More than 200,000 people were held at Sachsenhausen between 1936 and 1945. Tens of thousands of inmates died of starvation, disease, exhaustion from forced labor and other causes, as well as through medical experiments and systematic SS extermination operations including shootings, hangings and gassing.
The exact numbers of those killed vary, with upper estimates of some 100,000, though scholars suggest figures of 40,000 to 50,000 are likely more accurate.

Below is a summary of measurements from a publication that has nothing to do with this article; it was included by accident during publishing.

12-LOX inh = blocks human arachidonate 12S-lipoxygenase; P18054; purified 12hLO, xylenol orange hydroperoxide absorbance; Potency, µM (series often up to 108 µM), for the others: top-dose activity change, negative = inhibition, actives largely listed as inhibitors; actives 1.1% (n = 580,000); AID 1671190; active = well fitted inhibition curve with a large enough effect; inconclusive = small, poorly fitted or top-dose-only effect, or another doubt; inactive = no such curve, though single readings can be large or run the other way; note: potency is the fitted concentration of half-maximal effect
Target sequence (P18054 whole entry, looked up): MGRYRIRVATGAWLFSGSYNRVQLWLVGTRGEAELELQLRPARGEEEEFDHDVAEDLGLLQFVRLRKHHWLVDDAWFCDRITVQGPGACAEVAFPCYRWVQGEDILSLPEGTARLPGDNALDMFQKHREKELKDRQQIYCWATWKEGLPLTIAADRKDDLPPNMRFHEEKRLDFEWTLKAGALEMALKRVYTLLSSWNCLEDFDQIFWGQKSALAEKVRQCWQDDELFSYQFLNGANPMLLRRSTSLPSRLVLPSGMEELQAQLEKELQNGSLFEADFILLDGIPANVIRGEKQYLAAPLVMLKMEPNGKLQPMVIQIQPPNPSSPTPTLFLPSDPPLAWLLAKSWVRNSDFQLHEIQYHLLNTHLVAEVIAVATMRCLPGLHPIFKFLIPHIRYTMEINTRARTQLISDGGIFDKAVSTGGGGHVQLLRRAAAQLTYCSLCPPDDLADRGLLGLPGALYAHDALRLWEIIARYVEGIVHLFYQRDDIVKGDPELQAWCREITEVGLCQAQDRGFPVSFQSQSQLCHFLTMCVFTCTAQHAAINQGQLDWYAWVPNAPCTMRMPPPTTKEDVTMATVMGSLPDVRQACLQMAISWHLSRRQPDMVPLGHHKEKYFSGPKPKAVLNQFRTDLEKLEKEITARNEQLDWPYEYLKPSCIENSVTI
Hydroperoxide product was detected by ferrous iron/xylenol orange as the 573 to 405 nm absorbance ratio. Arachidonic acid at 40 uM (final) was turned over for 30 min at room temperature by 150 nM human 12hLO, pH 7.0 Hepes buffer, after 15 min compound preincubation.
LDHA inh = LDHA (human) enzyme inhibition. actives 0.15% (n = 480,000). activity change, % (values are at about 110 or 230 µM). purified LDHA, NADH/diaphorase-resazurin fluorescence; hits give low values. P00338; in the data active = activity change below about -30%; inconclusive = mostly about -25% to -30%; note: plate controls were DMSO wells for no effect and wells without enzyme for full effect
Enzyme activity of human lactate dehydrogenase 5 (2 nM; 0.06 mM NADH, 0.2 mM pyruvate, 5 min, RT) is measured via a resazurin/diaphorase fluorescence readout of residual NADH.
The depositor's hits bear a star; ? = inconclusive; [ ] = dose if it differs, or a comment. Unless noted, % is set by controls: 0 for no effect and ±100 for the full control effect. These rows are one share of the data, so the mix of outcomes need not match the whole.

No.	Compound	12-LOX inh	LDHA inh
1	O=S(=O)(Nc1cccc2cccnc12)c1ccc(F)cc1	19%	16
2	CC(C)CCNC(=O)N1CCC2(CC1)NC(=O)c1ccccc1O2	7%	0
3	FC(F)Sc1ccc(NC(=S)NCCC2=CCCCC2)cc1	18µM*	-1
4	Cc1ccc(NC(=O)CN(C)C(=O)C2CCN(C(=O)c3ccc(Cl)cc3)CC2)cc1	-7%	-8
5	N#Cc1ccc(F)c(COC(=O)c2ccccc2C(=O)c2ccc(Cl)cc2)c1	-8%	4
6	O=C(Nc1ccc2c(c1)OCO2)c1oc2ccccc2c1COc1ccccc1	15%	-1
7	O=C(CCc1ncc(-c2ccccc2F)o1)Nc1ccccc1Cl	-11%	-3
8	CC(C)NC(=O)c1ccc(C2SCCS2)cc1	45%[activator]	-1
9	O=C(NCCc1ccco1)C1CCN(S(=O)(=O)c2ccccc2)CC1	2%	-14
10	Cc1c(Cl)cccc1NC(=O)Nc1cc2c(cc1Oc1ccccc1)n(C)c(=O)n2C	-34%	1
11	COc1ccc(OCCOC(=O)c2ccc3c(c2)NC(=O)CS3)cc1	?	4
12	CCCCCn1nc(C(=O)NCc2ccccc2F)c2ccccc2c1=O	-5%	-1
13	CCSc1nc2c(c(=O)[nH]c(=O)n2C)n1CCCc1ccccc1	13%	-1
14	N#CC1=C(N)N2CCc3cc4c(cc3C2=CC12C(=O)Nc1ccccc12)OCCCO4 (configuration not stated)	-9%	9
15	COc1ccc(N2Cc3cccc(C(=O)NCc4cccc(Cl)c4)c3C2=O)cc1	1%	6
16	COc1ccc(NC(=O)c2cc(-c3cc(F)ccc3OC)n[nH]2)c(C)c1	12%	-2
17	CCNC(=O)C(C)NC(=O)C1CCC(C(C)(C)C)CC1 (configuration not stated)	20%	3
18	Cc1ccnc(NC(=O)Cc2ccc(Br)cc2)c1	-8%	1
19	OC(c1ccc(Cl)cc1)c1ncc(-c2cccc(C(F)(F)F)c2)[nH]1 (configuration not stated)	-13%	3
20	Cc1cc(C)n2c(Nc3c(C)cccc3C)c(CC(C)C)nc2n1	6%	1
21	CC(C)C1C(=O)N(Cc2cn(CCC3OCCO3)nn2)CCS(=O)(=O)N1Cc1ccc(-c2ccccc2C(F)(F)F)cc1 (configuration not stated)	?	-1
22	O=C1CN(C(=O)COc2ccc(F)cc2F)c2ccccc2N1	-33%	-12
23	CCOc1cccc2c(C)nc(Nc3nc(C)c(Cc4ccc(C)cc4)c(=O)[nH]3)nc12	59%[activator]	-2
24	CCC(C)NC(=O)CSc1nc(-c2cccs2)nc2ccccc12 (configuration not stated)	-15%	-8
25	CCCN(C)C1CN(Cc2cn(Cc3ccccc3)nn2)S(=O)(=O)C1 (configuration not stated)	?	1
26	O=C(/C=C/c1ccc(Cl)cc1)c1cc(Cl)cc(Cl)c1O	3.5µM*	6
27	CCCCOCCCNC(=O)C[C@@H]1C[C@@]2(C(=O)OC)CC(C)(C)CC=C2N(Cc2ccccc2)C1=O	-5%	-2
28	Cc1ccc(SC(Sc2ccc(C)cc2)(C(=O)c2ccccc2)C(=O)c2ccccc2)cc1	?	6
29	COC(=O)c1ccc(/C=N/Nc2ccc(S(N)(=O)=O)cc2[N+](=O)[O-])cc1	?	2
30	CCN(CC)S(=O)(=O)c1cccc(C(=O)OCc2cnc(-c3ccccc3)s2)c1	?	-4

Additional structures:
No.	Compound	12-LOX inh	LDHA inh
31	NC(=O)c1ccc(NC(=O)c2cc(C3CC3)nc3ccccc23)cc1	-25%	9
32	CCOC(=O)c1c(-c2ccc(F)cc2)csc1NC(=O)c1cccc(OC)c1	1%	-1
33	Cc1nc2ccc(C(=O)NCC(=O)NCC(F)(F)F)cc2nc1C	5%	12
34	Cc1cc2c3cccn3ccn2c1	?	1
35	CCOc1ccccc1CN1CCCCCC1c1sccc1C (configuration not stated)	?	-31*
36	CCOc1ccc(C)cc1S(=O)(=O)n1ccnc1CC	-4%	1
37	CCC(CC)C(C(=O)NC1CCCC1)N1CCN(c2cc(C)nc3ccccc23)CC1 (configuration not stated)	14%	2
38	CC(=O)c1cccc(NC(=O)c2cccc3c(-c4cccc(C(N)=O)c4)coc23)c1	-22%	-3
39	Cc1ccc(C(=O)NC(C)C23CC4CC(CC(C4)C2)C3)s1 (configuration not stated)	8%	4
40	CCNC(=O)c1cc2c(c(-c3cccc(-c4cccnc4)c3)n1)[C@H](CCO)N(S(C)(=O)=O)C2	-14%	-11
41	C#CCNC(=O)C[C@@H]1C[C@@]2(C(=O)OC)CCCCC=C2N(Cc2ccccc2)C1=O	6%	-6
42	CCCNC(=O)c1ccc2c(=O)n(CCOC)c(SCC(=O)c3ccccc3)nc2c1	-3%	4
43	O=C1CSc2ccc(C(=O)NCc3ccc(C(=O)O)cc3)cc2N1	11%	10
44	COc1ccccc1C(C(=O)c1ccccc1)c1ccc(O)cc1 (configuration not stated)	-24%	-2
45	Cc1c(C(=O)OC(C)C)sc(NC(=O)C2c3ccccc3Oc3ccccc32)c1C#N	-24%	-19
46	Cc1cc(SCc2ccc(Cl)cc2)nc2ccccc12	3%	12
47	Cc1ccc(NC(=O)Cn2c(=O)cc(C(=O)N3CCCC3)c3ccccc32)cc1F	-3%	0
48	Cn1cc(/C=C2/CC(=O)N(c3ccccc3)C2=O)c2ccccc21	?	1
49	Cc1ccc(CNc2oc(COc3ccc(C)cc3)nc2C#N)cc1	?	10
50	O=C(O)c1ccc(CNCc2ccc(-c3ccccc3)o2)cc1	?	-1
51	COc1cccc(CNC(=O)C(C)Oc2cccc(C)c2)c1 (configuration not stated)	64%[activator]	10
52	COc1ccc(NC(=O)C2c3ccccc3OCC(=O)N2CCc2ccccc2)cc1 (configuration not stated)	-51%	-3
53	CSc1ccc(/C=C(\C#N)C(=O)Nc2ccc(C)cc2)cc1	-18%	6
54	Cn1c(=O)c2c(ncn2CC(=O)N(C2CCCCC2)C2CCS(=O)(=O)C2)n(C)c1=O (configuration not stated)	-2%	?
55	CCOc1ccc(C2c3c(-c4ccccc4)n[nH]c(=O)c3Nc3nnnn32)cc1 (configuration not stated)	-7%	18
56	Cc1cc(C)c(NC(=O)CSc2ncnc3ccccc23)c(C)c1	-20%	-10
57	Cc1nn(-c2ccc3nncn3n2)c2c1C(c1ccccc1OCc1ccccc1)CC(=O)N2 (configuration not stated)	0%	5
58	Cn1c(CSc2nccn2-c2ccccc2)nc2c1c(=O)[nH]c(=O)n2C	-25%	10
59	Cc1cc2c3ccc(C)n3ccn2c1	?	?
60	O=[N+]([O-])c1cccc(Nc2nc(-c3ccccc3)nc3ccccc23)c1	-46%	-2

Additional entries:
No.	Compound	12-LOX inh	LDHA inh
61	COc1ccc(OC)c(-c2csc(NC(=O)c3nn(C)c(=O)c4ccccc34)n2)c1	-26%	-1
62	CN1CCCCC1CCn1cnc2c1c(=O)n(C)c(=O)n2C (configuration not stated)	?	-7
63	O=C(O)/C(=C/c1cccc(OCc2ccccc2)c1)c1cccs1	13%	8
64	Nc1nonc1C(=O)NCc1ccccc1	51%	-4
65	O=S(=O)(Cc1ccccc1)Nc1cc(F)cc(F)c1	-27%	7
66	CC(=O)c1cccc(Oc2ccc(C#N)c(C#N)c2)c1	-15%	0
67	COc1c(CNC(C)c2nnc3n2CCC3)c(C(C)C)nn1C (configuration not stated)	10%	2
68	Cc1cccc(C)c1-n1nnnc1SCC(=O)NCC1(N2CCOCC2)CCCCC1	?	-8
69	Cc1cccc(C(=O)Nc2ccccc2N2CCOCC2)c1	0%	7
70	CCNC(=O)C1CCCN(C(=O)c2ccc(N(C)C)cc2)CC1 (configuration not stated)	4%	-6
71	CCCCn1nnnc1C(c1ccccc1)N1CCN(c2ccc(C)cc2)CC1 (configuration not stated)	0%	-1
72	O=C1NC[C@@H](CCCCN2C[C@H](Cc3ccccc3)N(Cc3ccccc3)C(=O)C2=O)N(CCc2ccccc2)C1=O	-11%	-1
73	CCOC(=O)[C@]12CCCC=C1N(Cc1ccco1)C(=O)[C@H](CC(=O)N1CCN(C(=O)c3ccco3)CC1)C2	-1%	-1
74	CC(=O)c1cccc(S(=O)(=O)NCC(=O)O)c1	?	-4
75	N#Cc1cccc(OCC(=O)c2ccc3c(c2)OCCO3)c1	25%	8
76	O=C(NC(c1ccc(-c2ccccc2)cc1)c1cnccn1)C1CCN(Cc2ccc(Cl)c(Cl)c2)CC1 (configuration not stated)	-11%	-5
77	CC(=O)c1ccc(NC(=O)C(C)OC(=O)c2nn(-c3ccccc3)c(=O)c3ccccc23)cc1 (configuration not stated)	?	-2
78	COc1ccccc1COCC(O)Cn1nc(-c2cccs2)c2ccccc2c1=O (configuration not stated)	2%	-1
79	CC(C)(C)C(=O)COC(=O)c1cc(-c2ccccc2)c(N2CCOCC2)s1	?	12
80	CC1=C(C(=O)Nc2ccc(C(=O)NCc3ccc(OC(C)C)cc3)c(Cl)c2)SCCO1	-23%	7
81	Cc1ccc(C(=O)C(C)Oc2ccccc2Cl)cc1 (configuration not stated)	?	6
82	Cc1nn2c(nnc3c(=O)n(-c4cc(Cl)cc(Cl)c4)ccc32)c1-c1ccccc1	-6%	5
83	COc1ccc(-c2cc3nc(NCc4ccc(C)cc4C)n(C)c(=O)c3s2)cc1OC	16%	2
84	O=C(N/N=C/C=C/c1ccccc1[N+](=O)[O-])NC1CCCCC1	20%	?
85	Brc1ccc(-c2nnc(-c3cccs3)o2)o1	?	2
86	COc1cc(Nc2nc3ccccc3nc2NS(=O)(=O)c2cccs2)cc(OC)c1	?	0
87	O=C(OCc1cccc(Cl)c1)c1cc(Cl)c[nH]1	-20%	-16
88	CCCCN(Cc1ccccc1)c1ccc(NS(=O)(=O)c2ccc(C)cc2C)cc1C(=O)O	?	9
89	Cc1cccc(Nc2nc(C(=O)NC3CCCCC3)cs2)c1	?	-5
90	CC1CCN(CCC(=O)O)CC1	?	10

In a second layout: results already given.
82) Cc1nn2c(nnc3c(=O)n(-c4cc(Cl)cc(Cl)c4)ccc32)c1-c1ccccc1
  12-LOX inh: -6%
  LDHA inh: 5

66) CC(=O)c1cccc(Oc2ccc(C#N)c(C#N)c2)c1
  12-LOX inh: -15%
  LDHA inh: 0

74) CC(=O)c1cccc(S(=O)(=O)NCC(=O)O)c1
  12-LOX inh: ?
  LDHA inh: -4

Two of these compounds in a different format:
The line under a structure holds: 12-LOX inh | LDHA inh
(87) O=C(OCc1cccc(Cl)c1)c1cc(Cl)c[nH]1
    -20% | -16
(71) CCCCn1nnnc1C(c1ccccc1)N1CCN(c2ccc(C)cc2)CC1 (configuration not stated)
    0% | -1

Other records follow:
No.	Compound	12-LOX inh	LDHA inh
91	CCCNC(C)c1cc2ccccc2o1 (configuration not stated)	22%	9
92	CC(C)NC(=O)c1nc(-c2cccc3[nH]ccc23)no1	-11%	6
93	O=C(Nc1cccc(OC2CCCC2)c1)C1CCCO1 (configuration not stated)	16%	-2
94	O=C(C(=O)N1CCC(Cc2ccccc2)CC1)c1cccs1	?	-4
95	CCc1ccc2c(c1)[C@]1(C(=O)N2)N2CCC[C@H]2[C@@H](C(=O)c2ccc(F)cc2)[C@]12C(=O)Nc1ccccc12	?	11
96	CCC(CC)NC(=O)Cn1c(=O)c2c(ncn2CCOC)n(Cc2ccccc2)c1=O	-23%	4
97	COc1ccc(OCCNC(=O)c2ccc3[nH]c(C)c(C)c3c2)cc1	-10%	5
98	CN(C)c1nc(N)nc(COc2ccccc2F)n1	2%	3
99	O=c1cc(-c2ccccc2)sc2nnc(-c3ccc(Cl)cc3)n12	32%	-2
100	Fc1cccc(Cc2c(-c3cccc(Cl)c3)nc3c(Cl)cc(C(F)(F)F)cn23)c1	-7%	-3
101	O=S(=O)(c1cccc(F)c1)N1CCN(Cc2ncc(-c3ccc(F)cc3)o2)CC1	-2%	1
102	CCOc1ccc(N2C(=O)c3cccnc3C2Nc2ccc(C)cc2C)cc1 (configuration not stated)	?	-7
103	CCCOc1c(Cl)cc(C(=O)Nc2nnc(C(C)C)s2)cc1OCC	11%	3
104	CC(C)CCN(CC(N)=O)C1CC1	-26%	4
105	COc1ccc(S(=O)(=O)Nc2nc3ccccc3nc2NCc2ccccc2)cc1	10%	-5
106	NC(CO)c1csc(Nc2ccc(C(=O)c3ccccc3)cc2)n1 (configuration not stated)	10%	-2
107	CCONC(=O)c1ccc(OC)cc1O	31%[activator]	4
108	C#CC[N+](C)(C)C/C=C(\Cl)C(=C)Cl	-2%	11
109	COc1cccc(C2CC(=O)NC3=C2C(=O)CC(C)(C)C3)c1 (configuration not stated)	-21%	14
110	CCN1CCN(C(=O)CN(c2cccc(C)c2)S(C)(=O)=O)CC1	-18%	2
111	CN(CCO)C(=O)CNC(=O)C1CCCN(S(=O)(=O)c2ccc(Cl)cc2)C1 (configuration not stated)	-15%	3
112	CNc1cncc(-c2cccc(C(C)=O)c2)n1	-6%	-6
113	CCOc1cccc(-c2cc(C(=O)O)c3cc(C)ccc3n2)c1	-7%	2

“The defendant knowingly and willingly aided and abetted this at least by conscientiously performing guard duty, which was seamlessly integrated into the killing system,” prosecutor Cyrill Klement told the court.
Further hearings are scheduled through January.